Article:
Reverse transcription-PCR and quantitative PCR. RNA was isolated from tail tissue of adult zebrafish and wild-type embryos using FastRNA Pro Green kit (Q-biogene) and reverse transcribed by using the RETROscript kit (Ambion). For msh2 reverse transcription-PCR (RT-PCR), cDNA-specific primers on the boundary of exons 3 and 4 and within exon 6 were used, resulting in a 354-bp fragment in the wild-type. For msh6 quantitative PCR, cDNA-specific primers within exon 6 and within exon 8 were used. As a control, the msh2 primers mentioned above were used. The reactions contained iQ SYBR Green Supermix (Bio-Rad) and were run and analyzed with the MyIQ single color real-time PCR detection system and software (Bio-Rad). A dilution series of wild-type cDNA was used as a standard. All genotypes were run in 5-fold. The cDNA concentrations were calculated in arbitrary units compared with the wild-type average and expressed as the ratio of msh6 to msh2.

Microsatellite instability. Two mononucleotide (A22 and A25) and two dinucleotide markers (CA17 and CA22) were PCR amplified using embryonic DNA as a template by using one fluorescently labeled and one unlabeled primer per marker. The appropriate volume of PCR product was mixed with 0.5 μL GeneScan 500 LIZ size standard (Applied Biosystems) in 5 μL mQ, denatured for 5 min at 95°C and subsequently run on an ABI3730XL capillary DNA analyzer (Applied Biosystems). Product lengths were analyzed using Genemapper software (Applied Biosystems).

Cancer development. Homozygous mutant fish and heterozygous siblings of all three mutant lines were monitored weekly. Animals with signs of disease or apparent cell masses were sacrificed. Fish were fixed in 4% paraformaldehyde at 4°C for 4 d, decalcified in 0.25 mol/L EDTA (pH 8) at room temperature for 2 d, and embedded in paraffin. Six-micrometer sections were taken at different positions of the body and were stained with H&E for histologic characterization. All surviving fish were sacrificed at 24 mo of age and were analyzed similarly. Tumor incidences were analyzed statistically using one-tailed Fisher's exact tests.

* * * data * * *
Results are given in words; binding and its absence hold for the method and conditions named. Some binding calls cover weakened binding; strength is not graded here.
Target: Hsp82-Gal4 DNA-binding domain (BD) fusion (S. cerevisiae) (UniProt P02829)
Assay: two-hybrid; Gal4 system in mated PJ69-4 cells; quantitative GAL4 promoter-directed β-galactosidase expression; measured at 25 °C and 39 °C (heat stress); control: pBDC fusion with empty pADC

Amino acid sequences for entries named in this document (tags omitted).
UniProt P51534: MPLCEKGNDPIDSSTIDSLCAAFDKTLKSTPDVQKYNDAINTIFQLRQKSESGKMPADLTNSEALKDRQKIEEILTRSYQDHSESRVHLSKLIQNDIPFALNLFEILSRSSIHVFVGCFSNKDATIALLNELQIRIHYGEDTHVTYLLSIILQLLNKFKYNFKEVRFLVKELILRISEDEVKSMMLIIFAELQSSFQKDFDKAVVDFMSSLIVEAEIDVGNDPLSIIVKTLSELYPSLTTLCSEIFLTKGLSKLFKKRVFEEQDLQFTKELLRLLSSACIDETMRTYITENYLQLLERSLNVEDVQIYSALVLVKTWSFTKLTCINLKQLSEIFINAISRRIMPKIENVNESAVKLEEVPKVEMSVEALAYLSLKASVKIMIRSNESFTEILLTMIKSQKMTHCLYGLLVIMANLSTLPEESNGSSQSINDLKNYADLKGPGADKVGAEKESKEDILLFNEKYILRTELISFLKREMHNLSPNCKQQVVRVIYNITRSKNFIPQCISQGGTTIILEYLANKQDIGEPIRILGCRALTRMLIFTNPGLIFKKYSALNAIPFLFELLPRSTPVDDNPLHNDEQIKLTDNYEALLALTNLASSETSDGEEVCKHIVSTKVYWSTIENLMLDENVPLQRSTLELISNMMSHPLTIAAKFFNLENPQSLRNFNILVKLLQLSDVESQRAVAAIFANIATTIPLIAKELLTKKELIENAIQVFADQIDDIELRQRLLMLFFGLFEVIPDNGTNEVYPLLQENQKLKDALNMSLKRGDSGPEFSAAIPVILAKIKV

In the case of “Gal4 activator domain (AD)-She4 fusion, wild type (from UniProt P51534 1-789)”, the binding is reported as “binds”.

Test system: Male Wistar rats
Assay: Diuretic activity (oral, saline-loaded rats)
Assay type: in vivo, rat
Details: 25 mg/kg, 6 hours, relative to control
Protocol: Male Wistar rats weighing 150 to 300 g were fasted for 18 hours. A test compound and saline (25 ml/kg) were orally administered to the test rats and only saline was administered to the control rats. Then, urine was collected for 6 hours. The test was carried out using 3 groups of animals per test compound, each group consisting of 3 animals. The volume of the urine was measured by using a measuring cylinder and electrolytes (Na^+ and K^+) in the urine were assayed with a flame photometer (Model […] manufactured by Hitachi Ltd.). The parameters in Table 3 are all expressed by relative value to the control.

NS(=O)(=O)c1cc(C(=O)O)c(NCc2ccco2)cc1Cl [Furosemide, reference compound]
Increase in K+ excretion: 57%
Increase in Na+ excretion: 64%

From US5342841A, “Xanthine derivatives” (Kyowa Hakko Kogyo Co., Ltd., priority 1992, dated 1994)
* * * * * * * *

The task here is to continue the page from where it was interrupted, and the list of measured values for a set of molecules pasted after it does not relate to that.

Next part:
Generation of MMR mutants in zebrafish. Using ENU-driven target-selected mutagenesis, we isolated three zebrafish mutants with putative loss-of-function mutations in the major MMR genes msh6, msh2, and mlh1.

The msh6 mutant (hu1811) carries a point mutation causing a premature stop codon in the large fourth exon (Fig. 1A). This exon is well conserved in comparison with the similarly large fourth exon of the human MSH6 gene. According to the database of the International Society for Gastrointestinal Tumors,3

among HNPCC families, there are several alleles known of point mutations causing premature translation termination in this exon, increasing the likelihood that our zebrafish mutation will be pathogenic. We could not confirm the knockout phenotype at the protein level in the zebrafish mutant, as we were not able to find an anti-MSH6 antibody that recognizes the zebrafish protein. However, we could show by quantitative PCR that the levels of msh6 transcript are decreased to ∼44% of the wild-type level in heterozygous and ∼15% in homozygous mutants, presumably due to nonsense-mediated decay of the premature stop codon–containing transcript (Fig. 1B).